I walked into a store and saw one of these special offer white boxes for 300 Euros (about $360) and grabbed it immediately, for a test box. It's a K7 2400+, with 40 GB disk and a 256 MB memory stick, which I doubled just on basic principle. I could have done even better pricewise online, but nothing beats being able to walk out of the store with a new machine in less than 5 minutes. It's a fantastic machine, no real speed daemon, but that's mainly because of the IDE disk, not the processor. It compiles a 2.4 kernel in about 5 minutes, that is kickass.

      I'm posting with it now, by the way. Totally solid, I haven't got a single complaint. Oh wait, the mouse was too cheap, I returned it for a 3 EU credit and got a logitech.
    • by roesti ( 531884 ) on Tuesday June 24, 2003 @08:36PM (#6290152)
      The more of these dime companies release crap boxes, the more Linux will be thought of as a crap OS, the kind of thing your redneck friends buy at Wal-Mart ...

      But what if, for $200, you get a computer that you can take out of the box, plug in and start surfing the Web within a couple of minutes? In short, what if the computer works as advertised and gets you doing what you want without any fuss?

      I'd imagine that if Joe Public wanted a machine that could send email, and if that's what he got for his $200, he'd be happy enough. By and large, the operating system would be transparent and irrelevant to what he was doing.

      • Exactly! (Score:3, Insightful)

        The thing that irks me the most about discussing such technical topics around the technically literate is that they don't see the one factor that makes the product. Usability.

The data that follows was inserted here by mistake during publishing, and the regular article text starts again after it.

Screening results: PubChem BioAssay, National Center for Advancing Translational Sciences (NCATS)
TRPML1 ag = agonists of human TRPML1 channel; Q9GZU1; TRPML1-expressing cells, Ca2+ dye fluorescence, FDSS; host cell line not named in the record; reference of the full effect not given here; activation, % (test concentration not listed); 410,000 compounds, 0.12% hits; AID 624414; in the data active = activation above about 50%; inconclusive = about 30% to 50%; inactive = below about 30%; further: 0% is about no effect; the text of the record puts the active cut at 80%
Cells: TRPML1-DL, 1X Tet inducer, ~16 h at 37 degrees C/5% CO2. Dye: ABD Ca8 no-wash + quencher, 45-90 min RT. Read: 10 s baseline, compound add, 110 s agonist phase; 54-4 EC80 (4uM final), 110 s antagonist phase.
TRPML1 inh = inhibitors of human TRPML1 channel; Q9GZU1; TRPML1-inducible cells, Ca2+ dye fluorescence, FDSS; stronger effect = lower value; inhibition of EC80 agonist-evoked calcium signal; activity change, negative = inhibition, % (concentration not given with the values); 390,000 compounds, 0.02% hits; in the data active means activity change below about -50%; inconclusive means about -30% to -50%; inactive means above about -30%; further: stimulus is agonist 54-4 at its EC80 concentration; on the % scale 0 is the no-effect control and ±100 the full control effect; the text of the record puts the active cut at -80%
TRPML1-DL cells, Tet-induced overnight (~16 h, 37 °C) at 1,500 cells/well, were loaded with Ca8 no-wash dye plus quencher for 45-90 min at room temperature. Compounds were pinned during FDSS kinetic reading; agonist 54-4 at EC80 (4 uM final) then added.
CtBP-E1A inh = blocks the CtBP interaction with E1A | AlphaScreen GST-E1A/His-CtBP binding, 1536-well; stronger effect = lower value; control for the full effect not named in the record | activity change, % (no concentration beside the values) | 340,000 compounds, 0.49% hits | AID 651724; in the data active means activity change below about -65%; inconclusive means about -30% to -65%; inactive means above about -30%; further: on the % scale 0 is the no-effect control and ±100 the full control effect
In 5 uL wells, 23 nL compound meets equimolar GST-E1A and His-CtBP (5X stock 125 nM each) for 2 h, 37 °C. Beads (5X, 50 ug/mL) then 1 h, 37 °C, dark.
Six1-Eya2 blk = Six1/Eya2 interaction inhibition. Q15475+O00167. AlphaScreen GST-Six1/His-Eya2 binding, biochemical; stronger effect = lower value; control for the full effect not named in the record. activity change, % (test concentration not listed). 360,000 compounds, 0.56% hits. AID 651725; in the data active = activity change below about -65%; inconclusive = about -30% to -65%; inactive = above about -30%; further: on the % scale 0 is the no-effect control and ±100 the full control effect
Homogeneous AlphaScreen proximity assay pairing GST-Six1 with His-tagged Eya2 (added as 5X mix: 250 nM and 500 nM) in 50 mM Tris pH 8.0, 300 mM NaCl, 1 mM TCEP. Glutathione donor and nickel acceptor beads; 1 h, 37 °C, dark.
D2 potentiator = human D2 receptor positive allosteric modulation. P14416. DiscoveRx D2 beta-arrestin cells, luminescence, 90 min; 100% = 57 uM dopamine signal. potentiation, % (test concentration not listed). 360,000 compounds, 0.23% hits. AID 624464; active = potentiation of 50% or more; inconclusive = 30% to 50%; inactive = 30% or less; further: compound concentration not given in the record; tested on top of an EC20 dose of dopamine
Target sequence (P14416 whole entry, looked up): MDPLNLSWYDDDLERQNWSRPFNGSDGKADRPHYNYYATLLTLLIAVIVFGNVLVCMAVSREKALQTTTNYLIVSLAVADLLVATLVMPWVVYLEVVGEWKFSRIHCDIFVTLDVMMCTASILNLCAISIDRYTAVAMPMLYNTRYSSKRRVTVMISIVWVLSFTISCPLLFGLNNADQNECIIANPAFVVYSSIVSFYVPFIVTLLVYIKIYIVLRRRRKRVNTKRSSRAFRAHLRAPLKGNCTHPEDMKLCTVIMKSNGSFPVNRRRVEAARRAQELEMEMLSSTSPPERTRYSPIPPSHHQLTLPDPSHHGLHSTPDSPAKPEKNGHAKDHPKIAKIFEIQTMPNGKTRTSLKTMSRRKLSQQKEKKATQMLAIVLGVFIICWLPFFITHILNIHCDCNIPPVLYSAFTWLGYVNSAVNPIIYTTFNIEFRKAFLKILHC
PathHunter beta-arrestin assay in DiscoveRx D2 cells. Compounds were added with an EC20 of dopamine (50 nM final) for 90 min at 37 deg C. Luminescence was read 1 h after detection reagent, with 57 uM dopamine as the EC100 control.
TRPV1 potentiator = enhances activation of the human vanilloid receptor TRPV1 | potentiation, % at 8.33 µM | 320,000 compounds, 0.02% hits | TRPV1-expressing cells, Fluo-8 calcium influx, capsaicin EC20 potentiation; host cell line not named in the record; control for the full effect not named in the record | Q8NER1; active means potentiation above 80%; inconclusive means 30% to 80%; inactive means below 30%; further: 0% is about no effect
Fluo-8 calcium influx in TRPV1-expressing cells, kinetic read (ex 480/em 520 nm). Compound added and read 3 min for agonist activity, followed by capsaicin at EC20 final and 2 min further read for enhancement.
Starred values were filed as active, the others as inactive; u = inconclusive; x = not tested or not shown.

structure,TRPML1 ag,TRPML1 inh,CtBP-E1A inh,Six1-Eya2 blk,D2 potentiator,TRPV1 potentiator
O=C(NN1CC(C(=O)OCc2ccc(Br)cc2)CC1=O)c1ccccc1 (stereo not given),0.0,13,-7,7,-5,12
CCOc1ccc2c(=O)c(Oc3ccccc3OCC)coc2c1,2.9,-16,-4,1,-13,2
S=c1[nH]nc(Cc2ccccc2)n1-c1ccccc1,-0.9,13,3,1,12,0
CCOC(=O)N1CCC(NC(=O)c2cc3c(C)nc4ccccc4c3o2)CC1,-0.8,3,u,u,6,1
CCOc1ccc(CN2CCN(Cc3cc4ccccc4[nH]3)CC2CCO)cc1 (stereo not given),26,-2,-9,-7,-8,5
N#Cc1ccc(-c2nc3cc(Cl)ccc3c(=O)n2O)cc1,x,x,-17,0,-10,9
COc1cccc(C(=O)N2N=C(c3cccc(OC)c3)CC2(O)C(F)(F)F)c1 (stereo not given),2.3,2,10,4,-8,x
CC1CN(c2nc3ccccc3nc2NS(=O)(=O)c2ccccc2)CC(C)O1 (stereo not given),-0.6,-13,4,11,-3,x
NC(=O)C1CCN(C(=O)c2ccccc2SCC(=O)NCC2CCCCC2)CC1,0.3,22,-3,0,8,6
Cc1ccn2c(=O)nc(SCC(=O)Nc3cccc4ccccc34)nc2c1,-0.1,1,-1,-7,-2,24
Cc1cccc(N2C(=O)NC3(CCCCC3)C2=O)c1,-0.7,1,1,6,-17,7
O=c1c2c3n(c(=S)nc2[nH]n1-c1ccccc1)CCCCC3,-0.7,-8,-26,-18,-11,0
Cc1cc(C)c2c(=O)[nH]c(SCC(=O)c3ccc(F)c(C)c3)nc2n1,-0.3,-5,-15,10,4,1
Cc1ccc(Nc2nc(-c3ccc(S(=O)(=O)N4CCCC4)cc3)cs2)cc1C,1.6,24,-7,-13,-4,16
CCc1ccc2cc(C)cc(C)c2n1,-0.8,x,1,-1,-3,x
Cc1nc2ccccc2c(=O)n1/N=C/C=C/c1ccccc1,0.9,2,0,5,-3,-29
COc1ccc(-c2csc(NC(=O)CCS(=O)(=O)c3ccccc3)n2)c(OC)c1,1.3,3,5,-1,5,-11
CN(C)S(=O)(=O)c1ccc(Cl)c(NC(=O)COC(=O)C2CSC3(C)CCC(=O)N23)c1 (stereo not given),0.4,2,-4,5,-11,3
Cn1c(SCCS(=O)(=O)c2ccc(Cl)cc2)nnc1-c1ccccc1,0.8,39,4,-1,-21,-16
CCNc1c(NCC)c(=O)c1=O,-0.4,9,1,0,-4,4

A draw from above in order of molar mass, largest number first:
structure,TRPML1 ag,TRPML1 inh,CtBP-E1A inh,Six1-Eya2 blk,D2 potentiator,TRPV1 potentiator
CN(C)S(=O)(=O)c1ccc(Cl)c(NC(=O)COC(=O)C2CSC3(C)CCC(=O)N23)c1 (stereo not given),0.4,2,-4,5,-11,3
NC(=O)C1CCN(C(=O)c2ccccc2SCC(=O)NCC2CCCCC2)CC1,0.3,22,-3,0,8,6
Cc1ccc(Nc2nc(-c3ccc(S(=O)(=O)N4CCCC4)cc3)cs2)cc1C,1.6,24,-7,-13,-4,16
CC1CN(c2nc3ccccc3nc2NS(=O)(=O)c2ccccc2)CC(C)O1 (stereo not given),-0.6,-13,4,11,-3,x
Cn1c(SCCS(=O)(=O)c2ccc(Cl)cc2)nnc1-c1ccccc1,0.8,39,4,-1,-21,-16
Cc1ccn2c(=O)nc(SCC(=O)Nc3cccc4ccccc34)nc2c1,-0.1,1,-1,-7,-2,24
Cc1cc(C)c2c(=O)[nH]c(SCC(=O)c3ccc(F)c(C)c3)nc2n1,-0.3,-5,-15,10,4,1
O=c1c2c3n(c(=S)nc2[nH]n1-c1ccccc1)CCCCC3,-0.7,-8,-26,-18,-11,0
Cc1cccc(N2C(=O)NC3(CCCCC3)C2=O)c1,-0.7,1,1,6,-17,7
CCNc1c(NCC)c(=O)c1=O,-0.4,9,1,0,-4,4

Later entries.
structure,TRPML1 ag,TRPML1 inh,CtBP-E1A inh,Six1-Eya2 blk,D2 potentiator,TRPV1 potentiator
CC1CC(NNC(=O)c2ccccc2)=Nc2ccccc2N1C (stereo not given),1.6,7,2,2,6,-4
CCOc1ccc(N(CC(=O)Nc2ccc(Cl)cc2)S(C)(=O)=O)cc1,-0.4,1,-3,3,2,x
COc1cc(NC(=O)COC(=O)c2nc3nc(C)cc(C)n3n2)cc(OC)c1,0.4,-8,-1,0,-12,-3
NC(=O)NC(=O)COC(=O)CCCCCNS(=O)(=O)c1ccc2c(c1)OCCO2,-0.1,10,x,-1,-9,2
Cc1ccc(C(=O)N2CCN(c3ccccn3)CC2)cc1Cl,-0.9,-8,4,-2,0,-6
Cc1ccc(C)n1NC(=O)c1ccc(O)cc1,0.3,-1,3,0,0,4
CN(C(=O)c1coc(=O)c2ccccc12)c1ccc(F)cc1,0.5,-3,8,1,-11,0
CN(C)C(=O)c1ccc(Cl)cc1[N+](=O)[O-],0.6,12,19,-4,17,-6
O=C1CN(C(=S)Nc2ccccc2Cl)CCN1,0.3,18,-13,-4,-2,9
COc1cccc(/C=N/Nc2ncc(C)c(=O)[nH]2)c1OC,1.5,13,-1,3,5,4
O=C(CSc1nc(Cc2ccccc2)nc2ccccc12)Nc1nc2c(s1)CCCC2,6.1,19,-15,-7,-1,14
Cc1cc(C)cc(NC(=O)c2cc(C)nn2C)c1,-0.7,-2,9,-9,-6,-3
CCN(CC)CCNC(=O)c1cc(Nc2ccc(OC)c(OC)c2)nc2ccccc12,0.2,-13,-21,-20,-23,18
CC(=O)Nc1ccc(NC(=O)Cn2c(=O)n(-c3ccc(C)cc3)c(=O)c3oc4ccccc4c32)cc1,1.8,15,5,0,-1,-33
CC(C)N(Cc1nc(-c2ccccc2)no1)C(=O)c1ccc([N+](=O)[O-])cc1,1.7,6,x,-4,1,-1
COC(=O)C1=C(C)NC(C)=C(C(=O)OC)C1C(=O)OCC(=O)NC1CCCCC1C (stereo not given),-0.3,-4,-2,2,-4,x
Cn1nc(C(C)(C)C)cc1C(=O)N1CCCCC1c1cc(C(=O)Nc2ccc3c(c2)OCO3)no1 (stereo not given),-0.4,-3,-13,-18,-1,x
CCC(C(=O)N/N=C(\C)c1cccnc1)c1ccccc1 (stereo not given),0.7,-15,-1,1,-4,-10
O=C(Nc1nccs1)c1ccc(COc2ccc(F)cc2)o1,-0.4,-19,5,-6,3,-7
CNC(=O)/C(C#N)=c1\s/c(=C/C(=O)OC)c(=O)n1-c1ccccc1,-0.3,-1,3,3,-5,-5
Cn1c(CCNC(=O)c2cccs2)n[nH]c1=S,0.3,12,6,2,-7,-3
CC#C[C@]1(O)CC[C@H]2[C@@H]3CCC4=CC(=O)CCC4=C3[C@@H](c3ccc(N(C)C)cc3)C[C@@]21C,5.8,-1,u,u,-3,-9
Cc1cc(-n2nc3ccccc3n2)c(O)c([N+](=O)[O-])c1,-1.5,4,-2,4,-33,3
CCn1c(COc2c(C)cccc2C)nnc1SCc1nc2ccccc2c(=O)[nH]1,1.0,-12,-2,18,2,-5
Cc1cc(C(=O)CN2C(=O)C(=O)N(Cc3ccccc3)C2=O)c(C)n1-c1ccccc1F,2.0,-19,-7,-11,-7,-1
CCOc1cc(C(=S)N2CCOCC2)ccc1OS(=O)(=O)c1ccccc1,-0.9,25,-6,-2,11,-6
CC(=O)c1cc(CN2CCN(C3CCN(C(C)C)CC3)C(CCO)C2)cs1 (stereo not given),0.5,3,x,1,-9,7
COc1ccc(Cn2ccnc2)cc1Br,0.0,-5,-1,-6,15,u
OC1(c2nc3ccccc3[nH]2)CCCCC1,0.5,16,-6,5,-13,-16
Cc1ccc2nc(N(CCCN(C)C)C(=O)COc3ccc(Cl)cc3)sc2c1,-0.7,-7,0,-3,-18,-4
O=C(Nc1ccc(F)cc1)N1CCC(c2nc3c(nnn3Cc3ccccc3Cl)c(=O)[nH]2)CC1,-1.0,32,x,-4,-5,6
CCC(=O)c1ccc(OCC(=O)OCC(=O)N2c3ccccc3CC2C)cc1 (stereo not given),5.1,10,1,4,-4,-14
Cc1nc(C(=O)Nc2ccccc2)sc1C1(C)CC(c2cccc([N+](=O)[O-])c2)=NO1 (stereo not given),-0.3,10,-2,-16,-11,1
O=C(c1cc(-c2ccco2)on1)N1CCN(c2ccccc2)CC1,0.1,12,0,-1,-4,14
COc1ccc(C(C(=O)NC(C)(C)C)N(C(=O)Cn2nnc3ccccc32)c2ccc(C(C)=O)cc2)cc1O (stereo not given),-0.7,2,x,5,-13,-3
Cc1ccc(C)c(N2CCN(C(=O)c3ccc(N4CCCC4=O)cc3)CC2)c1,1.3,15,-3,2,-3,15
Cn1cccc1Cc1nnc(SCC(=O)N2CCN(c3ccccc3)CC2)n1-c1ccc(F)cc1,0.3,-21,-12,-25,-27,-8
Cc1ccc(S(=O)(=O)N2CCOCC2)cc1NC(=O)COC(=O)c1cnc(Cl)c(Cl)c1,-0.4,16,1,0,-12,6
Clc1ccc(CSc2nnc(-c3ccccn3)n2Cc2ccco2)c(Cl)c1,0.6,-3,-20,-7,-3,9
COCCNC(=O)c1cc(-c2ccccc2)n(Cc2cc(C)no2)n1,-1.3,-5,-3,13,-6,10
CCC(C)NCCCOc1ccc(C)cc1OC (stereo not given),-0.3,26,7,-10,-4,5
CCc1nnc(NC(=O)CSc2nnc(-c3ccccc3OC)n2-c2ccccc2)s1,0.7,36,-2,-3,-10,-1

I personally could give a shit less about 128 megs of ram here, 500 Mhz here, 5 FPS there. The one thing I care about is getting things done. If a computer is capable of doing such, then it is good. Anything actually capable of getting things done is worth the price in my mind. If that price is $200, then hell yeah!.

        Notice that this
    • the kind of thing your redneck friends buy at Wal-Mart because they can't afford a real PC from Dell or Gateway with the "good" OS.

      wow you dont know much. almost EVERYONE in IT warns people away from DELL and Gateway... ESPICALLY Gateway... they are crap pc's....always have been. and the "tech support" for both companies sucks Huge donky turds. i'm sorry, but "insert the restore CD and reboot" is NOT A FRICKING ANSWER!

      If you want the absolute best computer for your money... go to a good local computer
      • The problem is, if you're not in IT and don't have a guru, you don't know which shops are good and which ones will sell you crap. You see a list of specs which might as well be written in Klingon. I bought a few lemons that way (one wasn't even put together write - the screws don't align with the holes). Dell and Gateway will give good enough performance for someone who can afford to waste the money.

    • I agree with you. But I have to remind you that years ago there was at that time not so big company [] that actually pulled stunt like that (crappy OS on not so hot hardware) and did pretty well. Unlike others [].

  • by haut ( 678547 ) on Tuesday June 24, 2003 @07:00PM (#6289409)
    Last time I looked at Walmart's site at the Lindows PCs I noticed they had inexpensive computers [] preloaded with SuSE 8.2. I don't know if the sales are competitive with Lindows, but its good to hear that another Linux desktop option is out there.
    • I checked out the suse computers on the Wal-mart site. At the bottom was this little disclaimer:

      "Note: Linux operating systems may not be compatible with some dial-up Internet services, such as AOL or Wal-Mart Connect."

      Not that I care in the least about making use of Wal-Mart Connect, but it is a delicious little piece of irony.
  • by donutello ( 88309 ) on Tuesday June 24, 2003 @07:01PM (#6289419) Homepage
    Obviously you haven't been there. It's suburban hell with blonde soccer moms in SUVs.

    This sounds really sweet for a low-end computer user. I know a couple of people I'm going to recommend this to. They will probably blow away the OS and use Windows on it, though.
    • by dlb ( 17444 ) on Tuesday June 24, 2003 @07:28PM (#6289670)
      Bellevue isn't suburban hell. It's generally a nice place to live.

      Renton is suburban hell. Des Moines is suburban hell. Kent (and pretty much anything near 167) is total suburban hell. I'll take the blonde soccer moms in Bellevue to the 80's haired, cameltoed proles in that shithole area south of I90.
      • Bellevue isn't suburban hell. It's generally a nice place to live.